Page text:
While the Federal Reserve projects U.S. inflation to fall closer to its 2% target by 2024, the road ahead could still get a lot bumpier between now and then.
Visualized: The Many Shapes of Bacteria
We introduce the visual diversity of bacteria and illustrate how they are categorized by appearance—from a single cell to an entire colony.
Invisible Diversity: The Many Shapes of Bacteria
Bacteria are amazing.
They were the first form of life to appear on Earth almost 3.8 billion years ago.
They make up the second most abundant lifeform, only outweighed by plants.
And most interesting of all: they exist in practically every environment on our planet, including areas where no other lifeforms can survive. As a result, bacteria exhibit a wide variety of appearances, behaviors, and applications similar to the lifeforms we see in our everyday lives.
The incredible diversity of bacteria goes underappreciated simply because they are invisible to the naked eye. Here, we illustrate how researchers classify these creatures on the basis of appearance, giving you a glimpse into this microscopic world.
A Life of Culture
Though bacteria may look similar to other microorganisms like fungi or plankton, they are entirely unique on a microscopic and genetic level.
Bacteria make up one of the three main domains of life. All life shares its earliest ancestor with this group of microbes, alongside two other domains: the Archaea and the Eukarya.
Archaea are very similar to bacteria, but have different contents making up their cell walls.
Eukarya largely consists of complex, multicellular life, like fungi, plants, and animals. Bacteria are similar to its single-celled members because all bacteria are also unicellular. However, while all Eukarya have nuclear membranes that store genetic material, bacteria do not.
Bacteria have their genetic material free-floating within their cellular bodies. This impacts how their genes are encoded, how proteins are synthesized, and how they reproduce. For example, bacteria do not reproduce sexually. Instead, they reproduce on their own.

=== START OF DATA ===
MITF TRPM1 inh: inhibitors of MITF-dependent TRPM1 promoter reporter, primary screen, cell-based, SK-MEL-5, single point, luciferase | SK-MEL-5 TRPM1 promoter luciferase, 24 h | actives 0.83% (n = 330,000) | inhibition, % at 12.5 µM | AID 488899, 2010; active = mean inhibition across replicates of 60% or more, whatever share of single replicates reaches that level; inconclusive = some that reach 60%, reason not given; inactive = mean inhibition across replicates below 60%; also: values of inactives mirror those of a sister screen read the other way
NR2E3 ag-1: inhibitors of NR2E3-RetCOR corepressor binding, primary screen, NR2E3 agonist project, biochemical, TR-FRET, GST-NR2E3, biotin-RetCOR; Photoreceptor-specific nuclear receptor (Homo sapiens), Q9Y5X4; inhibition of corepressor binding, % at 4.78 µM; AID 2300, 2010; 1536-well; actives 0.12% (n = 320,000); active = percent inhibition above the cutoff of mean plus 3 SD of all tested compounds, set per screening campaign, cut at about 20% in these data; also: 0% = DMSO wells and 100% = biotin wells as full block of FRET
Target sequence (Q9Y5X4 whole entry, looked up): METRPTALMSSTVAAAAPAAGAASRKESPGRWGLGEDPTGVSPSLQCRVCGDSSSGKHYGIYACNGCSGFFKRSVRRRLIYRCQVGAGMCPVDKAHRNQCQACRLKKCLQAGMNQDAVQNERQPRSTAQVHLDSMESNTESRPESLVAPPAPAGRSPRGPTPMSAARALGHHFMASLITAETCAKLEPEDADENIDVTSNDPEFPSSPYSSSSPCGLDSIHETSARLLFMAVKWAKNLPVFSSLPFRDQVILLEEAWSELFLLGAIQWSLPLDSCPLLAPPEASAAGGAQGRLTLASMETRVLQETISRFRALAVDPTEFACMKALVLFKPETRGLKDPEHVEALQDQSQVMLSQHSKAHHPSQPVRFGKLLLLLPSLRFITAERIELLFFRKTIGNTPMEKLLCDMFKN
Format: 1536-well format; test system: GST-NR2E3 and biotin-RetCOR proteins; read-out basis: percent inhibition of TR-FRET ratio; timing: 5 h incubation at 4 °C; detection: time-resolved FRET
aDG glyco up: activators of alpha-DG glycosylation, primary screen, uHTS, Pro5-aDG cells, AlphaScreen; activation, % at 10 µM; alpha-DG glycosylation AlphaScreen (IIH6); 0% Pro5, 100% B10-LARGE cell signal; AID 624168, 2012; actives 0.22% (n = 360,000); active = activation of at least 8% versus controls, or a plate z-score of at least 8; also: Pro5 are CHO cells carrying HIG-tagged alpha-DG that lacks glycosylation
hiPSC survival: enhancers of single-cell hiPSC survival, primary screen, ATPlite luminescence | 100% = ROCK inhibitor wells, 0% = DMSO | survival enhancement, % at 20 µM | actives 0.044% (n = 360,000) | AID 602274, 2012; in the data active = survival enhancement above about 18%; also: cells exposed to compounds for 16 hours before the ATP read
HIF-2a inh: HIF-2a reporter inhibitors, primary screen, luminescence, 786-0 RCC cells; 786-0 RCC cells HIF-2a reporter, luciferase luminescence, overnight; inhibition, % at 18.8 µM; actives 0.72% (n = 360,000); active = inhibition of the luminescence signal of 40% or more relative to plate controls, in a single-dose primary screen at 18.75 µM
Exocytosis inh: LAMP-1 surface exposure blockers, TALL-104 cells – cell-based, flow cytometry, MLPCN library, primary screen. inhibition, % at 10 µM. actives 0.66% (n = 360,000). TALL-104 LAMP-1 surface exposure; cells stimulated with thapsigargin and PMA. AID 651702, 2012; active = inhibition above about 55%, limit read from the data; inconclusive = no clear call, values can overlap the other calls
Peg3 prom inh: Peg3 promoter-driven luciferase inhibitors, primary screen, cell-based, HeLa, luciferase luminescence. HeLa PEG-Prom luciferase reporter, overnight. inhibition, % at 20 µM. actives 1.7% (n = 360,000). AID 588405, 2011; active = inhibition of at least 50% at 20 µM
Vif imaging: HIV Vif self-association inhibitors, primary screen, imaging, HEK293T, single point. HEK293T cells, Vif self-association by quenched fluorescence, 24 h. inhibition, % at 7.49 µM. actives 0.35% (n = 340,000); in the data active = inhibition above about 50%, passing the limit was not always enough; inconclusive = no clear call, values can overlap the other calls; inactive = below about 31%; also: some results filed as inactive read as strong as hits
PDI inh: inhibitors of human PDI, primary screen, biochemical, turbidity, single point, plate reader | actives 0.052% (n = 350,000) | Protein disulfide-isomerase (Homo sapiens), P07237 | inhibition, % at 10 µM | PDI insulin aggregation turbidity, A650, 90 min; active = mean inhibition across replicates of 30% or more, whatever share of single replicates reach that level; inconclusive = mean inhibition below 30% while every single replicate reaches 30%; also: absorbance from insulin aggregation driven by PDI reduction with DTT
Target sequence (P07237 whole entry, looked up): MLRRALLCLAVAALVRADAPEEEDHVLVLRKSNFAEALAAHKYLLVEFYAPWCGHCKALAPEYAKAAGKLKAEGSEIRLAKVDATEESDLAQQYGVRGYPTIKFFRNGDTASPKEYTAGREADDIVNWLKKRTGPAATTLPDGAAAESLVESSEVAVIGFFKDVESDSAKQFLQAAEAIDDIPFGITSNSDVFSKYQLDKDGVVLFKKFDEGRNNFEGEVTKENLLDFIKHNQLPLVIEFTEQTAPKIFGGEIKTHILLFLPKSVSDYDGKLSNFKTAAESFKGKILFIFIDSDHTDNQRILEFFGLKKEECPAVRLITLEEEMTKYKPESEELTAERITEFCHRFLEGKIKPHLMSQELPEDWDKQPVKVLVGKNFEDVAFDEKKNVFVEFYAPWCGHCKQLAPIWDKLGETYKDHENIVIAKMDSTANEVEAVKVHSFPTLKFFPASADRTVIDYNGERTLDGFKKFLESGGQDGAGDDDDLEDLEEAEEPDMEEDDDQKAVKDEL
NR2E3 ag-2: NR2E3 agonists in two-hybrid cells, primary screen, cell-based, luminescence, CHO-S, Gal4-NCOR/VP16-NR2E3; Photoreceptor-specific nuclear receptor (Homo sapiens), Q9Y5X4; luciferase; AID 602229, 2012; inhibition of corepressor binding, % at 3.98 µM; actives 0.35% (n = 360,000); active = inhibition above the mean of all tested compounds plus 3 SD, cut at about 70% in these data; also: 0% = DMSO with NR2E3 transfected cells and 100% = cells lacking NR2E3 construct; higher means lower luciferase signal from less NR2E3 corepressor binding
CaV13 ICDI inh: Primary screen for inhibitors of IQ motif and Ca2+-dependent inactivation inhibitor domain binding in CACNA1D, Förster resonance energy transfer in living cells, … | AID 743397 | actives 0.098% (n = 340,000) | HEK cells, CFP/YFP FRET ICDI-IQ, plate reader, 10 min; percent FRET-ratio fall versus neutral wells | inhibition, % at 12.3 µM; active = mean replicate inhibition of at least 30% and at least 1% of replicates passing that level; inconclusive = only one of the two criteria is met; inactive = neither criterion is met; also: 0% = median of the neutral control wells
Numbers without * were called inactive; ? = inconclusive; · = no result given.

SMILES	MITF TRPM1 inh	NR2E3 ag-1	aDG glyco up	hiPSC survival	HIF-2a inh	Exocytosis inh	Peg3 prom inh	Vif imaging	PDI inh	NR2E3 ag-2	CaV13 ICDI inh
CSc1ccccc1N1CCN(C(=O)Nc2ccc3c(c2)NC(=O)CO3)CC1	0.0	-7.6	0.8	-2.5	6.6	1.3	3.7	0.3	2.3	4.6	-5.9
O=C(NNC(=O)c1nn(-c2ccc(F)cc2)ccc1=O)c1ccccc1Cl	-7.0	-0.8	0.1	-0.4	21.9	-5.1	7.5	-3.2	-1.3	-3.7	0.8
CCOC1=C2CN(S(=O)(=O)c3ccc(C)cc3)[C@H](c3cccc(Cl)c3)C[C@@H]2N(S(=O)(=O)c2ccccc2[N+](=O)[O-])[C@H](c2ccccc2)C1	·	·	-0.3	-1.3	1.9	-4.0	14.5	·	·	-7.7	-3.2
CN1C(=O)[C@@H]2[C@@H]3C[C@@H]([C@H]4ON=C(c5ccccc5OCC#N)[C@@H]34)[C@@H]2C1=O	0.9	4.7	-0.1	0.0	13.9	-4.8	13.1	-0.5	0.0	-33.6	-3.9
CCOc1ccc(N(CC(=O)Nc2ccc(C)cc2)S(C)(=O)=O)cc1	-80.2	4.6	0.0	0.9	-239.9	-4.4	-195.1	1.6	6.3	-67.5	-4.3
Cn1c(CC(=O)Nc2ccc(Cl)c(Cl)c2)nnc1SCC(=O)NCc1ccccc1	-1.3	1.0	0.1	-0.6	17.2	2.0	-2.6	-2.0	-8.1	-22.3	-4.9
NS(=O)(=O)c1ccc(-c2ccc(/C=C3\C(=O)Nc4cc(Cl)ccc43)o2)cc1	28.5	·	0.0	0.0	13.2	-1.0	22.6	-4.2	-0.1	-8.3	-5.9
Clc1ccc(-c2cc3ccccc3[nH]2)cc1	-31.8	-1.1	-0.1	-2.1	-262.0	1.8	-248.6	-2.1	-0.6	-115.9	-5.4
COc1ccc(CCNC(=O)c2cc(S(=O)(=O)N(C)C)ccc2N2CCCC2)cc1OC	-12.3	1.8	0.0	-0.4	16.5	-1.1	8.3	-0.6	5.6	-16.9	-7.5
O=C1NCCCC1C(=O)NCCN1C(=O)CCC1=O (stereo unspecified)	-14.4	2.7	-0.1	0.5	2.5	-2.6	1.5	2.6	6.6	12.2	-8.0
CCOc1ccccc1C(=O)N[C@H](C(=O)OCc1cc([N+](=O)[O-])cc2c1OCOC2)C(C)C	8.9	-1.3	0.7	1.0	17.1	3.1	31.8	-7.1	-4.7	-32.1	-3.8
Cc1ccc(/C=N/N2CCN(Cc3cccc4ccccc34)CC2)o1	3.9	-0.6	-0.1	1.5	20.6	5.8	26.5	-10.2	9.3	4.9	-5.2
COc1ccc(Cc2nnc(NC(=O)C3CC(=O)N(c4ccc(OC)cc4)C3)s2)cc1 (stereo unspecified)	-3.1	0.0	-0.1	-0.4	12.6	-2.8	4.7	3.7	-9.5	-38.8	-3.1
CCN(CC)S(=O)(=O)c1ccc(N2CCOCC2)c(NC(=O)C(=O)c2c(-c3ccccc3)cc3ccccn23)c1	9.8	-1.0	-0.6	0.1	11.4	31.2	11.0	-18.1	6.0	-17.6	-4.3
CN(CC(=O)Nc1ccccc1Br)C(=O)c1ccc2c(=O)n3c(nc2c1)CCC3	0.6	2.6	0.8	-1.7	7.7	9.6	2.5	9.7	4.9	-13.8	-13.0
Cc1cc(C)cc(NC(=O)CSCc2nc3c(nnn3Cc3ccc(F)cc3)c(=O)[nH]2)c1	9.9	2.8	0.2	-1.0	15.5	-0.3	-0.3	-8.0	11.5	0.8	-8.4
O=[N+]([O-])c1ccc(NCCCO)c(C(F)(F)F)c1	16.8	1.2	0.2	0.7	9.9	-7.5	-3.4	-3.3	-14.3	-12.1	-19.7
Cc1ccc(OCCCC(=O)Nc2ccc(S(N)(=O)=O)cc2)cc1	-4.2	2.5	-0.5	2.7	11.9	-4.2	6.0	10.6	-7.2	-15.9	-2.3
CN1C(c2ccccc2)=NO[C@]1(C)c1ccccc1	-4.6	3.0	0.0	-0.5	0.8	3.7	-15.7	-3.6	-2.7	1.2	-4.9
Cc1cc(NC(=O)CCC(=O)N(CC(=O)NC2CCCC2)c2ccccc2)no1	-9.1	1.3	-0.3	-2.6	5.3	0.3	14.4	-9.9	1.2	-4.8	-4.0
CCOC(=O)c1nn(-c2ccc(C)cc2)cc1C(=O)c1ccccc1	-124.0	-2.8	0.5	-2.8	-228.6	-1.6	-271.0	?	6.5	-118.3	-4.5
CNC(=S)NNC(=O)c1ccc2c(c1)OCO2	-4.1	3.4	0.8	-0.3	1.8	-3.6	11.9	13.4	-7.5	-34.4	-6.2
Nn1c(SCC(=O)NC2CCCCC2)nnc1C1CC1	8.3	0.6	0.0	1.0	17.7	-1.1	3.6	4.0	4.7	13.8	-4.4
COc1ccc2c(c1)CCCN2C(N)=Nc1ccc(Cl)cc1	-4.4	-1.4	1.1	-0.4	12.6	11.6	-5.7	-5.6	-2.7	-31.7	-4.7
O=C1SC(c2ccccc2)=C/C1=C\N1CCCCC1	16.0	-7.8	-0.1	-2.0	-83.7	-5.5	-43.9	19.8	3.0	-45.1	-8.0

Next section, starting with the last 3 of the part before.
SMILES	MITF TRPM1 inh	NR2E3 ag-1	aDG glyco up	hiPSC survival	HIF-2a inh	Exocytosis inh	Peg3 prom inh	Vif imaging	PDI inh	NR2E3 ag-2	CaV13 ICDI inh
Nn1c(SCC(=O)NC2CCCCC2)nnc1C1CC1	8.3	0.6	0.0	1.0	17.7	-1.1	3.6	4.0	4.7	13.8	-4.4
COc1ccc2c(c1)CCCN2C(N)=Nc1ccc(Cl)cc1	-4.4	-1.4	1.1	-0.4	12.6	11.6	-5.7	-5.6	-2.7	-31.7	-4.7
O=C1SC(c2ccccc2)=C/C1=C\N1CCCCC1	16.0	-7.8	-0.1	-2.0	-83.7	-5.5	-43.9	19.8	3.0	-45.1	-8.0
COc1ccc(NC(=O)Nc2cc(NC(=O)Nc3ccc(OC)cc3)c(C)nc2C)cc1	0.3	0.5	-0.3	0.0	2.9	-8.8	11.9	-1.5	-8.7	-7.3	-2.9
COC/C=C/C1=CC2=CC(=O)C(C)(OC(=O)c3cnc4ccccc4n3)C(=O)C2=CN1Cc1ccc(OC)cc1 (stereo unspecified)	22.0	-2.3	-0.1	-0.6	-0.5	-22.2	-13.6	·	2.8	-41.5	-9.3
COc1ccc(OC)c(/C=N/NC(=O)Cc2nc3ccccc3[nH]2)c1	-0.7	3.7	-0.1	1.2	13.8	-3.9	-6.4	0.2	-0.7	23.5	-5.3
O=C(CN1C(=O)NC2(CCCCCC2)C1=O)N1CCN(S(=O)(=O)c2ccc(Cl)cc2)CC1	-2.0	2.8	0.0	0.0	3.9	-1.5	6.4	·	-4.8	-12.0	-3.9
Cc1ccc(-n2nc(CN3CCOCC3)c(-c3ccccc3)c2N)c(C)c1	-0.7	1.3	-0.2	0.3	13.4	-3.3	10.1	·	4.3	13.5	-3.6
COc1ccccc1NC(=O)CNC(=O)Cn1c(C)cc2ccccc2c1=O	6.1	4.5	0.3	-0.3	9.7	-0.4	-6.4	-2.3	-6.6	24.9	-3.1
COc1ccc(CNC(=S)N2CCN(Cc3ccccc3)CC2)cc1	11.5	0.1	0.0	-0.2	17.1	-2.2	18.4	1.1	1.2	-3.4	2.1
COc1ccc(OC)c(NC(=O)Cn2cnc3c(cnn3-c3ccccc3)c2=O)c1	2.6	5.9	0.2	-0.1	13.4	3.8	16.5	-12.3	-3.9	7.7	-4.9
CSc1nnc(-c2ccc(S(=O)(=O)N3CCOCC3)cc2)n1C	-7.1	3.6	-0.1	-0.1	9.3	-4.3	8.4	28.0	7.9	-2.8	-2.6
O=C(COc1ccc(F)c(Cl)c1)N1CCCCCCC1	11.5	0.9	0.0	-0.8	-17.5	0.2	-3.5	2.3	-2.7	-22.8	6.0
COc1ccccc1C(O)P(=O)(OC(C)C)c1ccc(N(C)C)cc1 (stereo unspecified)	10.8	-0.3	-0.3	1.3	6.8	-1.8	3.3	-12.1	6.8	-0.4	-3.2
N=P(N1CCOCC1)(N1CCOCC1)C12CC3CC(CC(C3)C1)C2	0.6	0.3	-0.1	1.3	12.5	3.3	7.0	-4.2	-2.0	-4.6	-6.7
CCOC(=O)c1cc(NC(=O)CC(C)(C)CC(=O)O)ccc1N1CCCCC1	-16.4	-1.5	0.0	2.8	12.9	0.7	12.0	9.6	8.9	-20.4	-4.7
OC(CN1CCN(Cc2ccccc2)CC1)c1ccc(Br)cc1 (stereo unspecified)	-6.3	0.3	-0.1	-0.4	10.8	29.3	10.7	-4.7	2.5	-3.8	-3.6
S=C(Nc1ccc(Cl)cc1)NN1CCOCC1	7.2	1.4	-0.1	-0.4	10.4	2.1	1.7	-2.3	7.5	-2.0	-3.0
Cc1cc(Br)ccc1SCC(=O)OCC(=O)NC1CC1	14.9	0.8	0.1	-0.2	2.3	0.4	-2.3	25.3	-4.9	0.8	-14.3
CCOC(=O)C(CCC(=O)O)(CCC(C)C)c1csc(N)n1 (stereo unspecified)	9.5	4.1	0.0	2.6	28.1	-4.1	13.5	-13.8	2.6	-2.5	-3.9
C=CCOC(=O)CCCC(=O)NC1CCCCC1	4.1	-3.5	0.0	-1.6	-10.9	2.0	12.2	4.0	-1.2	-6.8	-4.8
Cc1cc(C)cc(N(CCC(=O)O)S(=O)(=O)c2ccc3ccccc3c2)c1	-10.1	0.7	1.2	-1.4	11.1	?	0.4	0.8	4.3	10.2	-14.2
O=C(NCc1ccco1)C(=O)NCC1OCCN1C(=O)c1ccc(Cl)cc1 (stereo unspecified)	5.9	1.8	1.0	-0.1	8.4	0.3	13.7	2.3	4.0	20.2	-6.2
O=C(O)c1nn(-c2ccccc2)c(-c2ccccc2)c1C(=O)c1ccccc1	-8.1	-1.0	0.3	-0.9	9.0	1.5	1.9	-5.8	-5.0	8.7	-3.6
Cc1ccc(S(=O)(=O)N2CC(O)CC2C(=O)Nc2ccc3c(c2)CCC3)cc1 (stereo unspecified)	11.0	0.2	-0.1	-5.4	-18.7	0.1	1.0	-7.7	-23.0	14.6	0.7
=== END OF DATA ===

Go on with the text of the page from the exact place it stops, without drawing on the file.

Bacteria undergo a process called binary fission, where any one cell divides into two identical cells, and so on. Fission occurs quickly. In minutes, populations can double rapidly, eventually forming a community of genetically identical microbes called a colony.
Colonies can be visible to the human eye and can take on a variety of different shapes, textures, sizes, colors, and behaviors. You might be familiar with some of these:
Superstars of a Tiny World
The following are some interesting bacterial species, some of which you may be familiar with:
This species is unusually large, ranging from 200-700 micrometers in length. They are also incredible picky, living only within the guts of sturgeon, a type of large fish.
D. radiodurans is a coccus-shaped species that can withstand 1,500 times the dose of radiation that a human can.
Despite being known famously for poisoning food and agriculture spaces from time to time, not all E.coli species are dangerous.
Down in the depths of a South African gold mine, this species thrives without oxygen, sunlight, or friends—it is the only living species in its ecosystem. It survives eating minerals in the surrounding rock.
Known for causing stomach ulcers, this spiral-shaped species has also been associated with many cancers that impact the lymphoid tissue.
Most living things cease to survive in cold temperatures, but P. halocryophillus thrives in permafrost in the High Arctic where temperatures can drop below -25°C/-12°F.
‘Bact’ to the Future
Despite their microscopic size, the contributions bacteria make to our daily lives are enormous. Researchers everyday are using them to study new environments, create new drug therapies, and even build new materials.
Scientists can profile the diversity of species living in a habitat by extracting DNA from an environmental sample. Known as metagenomics, this field of genetics commonly studies bacterial populations.
In oxygen-free habitats, bacteria continuously find alternative sources of energy. Some have even evolved to eat plastic or metal that have been discarded in the ocean.
The healthcare industry uses bacteria to help create antibiotics, vaccines, and other metabolic products. They also play a major role in a new line of self-building materials, which include “self-healing” concrete and “living bricks”.
Those are just a few of the many examples in which bacteria impact our daily lives. Although they are invisible, without them, our world would undoubtedly look like a much different place.